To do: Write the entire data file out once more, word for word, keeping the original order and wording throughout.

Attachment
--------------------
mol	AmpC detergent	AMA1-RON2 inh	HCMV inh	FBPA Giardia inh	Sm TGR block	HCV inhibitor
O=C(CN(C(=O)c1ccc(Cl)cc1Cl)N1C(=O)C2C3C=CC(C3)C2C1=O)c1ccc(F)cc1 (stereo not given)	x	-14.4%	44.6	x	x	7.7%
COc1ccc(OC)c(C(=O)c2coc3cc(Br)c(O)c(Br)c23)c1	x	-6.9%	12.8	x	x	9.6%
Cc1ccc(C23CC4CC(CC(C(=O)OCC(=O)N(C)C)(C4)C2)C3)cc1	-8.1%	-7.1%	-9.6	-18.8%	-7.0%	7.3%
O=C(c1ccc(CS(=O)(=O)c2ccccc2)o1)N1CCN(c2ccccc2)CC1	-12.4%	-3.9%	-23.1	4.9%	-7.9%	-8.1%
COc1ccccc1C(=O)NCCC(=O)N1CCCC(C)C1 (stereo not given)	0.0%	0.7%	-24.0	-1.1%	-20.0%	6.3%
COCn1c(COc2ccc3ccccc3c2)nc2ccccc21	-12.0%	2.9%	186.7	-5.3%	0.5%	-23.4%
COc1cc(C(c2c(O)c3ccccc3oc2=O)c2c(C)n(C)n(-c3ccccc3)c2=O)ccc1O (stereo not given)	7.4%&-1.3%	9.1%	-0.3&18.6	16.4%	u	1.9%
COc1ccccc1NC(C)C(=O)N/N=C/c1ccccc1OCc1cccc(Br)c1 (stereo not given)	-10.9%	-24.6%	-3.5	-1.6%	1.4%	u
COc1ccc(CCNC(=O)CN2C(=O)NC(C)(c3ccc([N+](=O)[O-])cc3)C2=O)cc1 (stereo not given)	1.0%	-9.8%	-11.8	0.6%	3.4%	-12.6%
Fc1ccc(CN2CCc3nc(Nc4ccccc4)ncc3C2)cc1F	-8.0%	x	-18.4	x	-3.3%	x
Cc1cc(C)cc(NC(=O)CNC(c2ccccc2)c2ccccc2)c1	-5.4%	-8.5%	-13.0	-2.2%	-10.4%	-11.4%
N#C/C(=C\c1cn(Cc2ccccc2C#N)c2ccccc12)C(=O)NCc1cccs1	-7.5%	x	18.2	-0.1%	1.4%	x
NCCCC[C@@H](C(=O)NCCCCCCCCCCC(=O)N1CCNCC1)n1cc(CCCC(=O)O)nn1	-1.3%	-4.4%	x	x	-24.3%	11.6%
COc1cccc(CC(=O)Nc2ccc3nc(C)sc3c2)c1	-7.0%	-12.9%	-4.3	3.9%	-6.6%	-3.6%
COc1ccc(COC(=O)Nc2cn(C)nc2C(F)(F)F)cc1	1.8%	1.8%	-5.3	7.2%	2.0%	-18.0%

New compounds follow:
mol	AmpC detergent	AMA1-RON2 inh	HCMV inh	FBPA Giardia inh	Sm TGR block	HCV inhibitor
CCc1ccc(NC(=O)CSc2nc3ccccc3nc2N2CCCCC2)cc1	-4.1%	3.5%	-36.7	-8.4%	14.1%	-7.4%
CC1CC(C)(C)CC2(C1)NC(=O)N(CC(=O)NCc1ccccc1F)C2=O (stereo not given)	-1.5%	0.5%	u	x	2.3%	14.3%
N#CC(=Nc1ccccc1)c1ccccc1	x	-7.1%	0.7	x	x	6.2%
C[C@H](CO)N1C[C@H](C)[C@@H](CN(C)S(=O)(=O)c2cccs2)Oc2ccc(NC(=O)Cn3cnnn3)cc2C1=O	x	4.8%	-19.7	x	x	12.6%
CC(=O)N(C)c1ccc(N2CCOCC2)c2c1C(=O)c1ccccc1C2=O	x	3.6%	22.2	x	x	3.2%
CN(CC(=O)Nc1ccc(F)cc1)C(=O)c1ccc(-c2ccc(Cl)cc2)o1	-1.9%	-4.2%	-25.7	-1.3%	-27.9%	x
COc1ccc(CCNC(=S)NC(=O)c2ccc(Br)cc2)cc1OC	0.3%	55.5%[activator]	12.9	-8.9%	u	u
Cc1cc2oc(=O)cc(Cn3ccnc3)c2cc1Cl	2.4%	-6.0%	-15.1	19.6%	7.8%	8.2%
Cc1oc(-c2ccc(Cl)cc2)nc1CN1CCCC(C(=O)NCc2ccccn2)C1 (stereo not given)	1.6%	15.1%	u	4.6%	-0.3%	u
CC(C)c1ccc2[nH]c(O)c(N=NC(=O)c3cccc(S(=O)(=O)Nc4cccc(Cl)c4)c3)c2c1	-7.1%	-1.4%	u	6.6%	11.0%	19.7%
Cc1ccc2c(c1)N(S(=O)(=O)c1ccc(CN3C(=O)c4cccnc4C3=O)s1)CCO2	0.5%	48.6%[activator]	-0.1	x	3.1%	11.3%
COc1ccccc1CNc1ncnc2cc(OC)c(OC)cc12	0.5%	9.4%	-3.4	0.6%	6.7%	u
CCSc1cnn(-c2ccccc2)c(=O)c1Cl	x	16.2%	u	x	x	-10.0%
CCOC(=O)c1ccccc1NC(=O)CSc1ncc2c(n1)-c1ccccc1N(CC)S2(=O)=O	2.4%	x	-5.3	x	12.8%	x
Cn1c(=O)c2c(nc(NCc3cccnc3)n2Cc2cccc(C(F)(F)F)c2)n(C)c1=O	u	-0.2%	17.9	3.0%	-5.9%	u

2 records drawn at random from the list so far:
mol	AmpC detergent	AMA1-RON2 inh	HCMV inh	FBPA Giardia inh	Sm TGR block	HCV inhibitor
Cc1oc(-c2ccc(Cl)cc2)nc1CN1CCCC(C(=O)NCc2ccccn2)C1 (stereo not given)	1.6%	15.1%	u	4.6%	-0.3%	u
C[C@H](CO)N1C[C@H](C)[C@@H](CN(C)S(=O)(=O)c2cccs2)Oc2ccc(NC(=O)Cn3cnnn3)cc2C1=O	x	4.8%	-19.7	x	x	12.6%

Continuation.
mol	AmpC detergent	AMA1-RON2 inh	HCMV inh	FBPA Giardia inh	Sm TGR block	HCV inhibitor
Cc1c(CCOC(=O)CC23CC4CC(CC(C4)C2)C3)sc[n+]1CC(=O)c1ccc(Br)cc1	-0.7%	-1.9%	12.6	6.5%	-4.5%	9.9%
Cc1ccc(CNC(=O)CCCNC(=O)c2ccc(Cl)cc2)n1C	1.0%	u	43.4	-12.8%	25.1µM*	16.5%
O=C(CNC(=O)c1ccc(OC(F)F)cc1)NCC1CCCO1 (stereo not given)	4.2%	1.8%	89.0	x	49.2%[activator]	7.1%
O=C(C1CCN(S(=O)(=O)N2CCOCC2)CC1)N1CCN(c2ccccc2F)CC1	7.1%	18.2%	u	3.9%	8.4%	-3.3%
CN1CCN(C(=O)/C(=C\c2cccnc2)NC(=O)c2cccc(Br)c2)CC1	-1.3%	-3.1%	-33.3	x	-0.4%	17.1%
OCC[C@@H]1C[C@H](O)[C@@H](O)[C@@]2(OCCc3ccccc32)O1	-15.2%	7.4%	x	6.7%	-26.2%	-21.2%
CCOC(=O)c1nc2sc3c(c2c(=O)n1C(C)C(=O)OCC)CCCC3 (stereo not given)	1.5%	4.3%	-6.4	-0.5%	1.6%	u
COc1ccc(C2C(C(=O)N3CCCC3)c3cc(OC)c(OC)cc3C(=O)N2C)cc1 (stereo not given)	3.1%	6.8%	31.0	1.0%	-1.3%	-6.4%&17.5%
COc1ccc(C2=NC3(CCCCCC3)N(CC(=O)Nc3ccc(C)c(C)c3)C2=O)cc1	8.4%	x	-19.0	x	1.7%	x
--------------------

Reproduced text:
mol	AmpC detergent	AMA1-RON2 inh	HCMV inh	FBPA Giardia inh	Sm TGR block	HCV inhibitor
O=C(CN(C(=O)c1ccc(Cl)cc1Cl)N1C(=O)C2C3C=CC(C3)C2C1=O)c1ccc(F)cc1 (stereo not given)	x	-14.4%	44.6	x	x	7.7%
COc1ccc(OC)c(C(=O)c2coc3cc(Br)c(O)c(Br)c23)c1	x	-6.9%	12.8	x	x	9.6%
Cc1ccc(C23CC4CC(CC(C(=O)OCC(=O)N(C)C)(C4)C2)C3)cc1	-8.1%	-7.1%	-9.6	-18.8%	-7.0%	7.3%
O=C(c1ccc(CS(=O)(=O)c2ccccc2)o1)N1CCN(c2ccccc2)CC1	-12.4%	-3.9%	-23.1	4.9%	-7.9%	-8.1%
COc1ccccc1C(=O)NCCC(=O)N1CCCC(C)C1 (stereo not given)	0.0%	0.7%	-24.0	-1.1%	-20.0%	6.3%
COCn1c(COc2ccc3ccccc3c2)nc2ccccc21	-12.0%	2.9%	186.7	-5.3%	0.5%	-23.4%
COc1cc(C(c2c(O)c3ccccc3oc2=O)c2c(C)n(C)n(-c3ccccc3)c2=O)ccc1O (stereo not given)	7.4%&-1.3%	9.1%	-0.3&18.6	16.4%	u	1.9%
COc1ccccc1NC(C)C(=O)N/N=C/c1ccccc1OCc1cccc(Br)c1 (stereo not given)	-10.9%	-24.6%	-3.5	-1.6%	1.4%	u
COc1ccc(CCNC(=O)CN2C(=O)NC(C)(c3ccc([N+](=O)[O-])cc3)C2=O)cc1 (stereo not given)	1.0%	-9.8%	-11.8	0.6%	3.4%	-12.6%
Fc1ccc(CN2CCc3nc(Nc4ccccc4)ncc3C2)cc1F	-8.0%	x	-18.4	x	-3.3%	x
Cc1cc(C)cc(NC(=O)CNC(c2ccccc2)c2ccccc2)c1	-5.4%	-8.5%	-13.0	-2.2%	-10.4%	-11.4%
N#C/C(=C\c1cn(Cc2ccccc2C#N)c2ccccc12)C(=O)NCc1cccs1	-7.5%	x	18.2	-0.1%	1.4%	x
NCCCC[C@@H](C(=O)NCCCCCCCCCCC(=O)N1CCNCC1)n1cc(CCCC(=O)O)nn1	-1.3%	-4.4%	x	x	-24.3%	11.6%
COc1cccc(CC(=O)Nc2ccc3nc(C)sc3c2)c1	-7.0%	-12.9%	-4.3	3.9%	-6.6%	-3.6%
COc1ccc(COC(=O)Nc2cn(C)nc2C(F)(F)F)cc1	1.8%	1.8%	-5.3	7.2%	2.0%	-18.0%

New compounds follow:
mol	AmpC detergent	AMA1-RON2 inh	HCMV inh	FBPA Giardia inh	Sm TGR block	HCV inhibitor
CCc1ccc(NC(=O)CSc2nc3ccccc3nc2N2CCCCC2)cc1	-4.1%	3.5%	-36.7	-8.4%	14.1%	-7.4%
CC1CC(C)(C)CC2(C1)NC(=O)N(CC(=O)NCc1ccccc1F)C2=O (stereo not given)	-1.5%	0.5%	u	x	2.3%	14.3%
N#CC(=Nc1ccccc1)c1ccccc1	x	-7.1%	0.7	x	x	6.2%
C[C@H](CO)N1C[C@H](C)[C@@H](CN(C)S(=O)(=O)c2cccs2)Oc2ccc(NC(=O)Cn3cnnn3)cc2C1=O	x	4.8%	-19.7	x	x	12.6%
CC(=O)N(C)c1ccc(N2CCOCC2)c2c1C(=O)c1ccccc1C2=O	x	3.6%	22.2	x	x	3.2%
CN(CC(=O)Nc1ccc(F)cc1)C(=O)c1ccc(-c2ccc(Cl)cc2)o1	-1.9%	-4.2%	-25.7	-1.3%	-27.9%	x
COc1ccc(CCNC(=S)NC(=O)c2ccc(Br)cc2)cc1OC	0.3%	55.5%[activator]	12.9	-8.9%	u	u
Cc1cc2oc(=O)cc(Cn3ccnc3)c2cc1Cl	2.4%	-6.0%	-15.1	19.6%	7.8%	8.2%
Cc1oc(-c2ccc(Cl)cc2)nc1CN1CCCC(C(=O)NCc2ccccn2)C1 (stereo not given)	1.6%	15.1%	u	4.6%	-0.3%	u
CC(C)c1ccc2[nH]c(O)c(N=NC(=O)c3cccc(S(=O)(=O)Nc4cccc(Cl)c4)c3)c2c1	-7.1%	-1.4%	u	6.6%	11.0%	19.7%
Cc1ccc2c(c1)N(S(=O)(=O)c1ccc(CN3C(=O)c4cccnc4C3=O)s1)CCO2	0.5%	48.6%[activator]	-0.1	x	3.1%	11.3%
COc1ccccc1CNc1ncnc2cc(OC)c(OC)cc12	0.5%	9.4%	-3.4	0.6%	6.7%	u
CCSc1cnn(-c2ccccc2)c(=O)c1Cl	x	16.2%	u	x	x	-10.0%
CCOC(=O)c1ccccc1NC(=O)CSc1ncc2c(n1)-c1ccccc1N(CC)S2(=O)=O	2.4%	x	-5.3	x	12.8%	x
Cn1c(=O)c2c(nc(NCc3cccnc3)n2Cc2cccc(C(F)(F)F)c2)n(C)c1=O	u	-0.2%	17.9	3.0%	-5.9%	u

2 records drawn at random from the list so far:
mol	AmpC detergent	AMA1-RON2 inh	HCMV inh	FBPA Giardia inh	Sm TGR block	HCV inhibitor
Cc1oc(-c2ccc(Cl)cc2)nc1CN1CCCC(C(=O)NCc2ccccn2)C1 (stereo not given)	1.6%	15.1%	u	4.6%	-0.3%	u
C[C@H](CO)N1C[C@H](C)[C@@H](CN(C)S(=O)(=O)c2cccs2)Oc2ccc(NC(=O)Cn3cnnn3)cc2C1=O	x	4.8%	-19.7	x	x	12.6%

Continuation.
mol	AmpC detergent	AMA1-RON2 inh	HCMV inh	FBPA Giardia inh	Sm TGR block	HCV inhibitor
Cc1c(CCOC(=O)CC23CC4CC(CC(C4)C2)C3)sc[n+]1CC(=O)c1ccc(Br)cc1	-0.7%	-1.9%	12.6	6.5%	-4.5%	9.9%
Cc1ccc(CNC(=O)CCCNC(=O)c2ccc(Cl)cc2)n1C	1.0%	u	43.4	-12.8%	25.1µM*	16.5%
O=C(CNC(=O)c1ccc(OC(F)F)cc1)NCC1CCCO1 (stereo not given)	4.2%	1.8%	89.0	x	49.2%[activator]	7.1%
O=C(C1CCN(S(=O)(=O)N2CCOCC2)CC1)N1CCN(c2ccccc2F)CC1	7.1%	18.2%	u	3.9%	8.4%	-3.3%
CN1CCN(C(=O)/C(=C\c2cccnc2)NC(=O)c2cccc(Br)c2)CC1	-1.3%	-3.1%	-33.3	x	-0.4%	17.1%
OCC[C@@H]1C[C@H](O)[C@@H](O)[C@@]2(OCCc3ccccc32)O1	-15.2%	7.4%	x	6.7%	-26.2%	-21.2%
CCOC(=O)c1nc2sc3c(c2c(=O)n1C(C)C(=O)OCC)CCCC3 (stereo not given)	1.5%	4.3%	-6.4	-0.5%	1.6%	u
COc1ccc(C2C(C(=O)N3CCCC3)c3cc(OC)c(OC)cc3C(=O)N2C)cc1 (stereo not given)	3.1%	6.8%	31.0	1.0%	-1.3%	-6.4%&17.5%
COc1ccc(C2=NC3(CCCCCC3)N(CC(=O)Nc3ccc(C)c(C)c3)C2=O)cc1	8.4%	x	-19.0	x	1.7%	x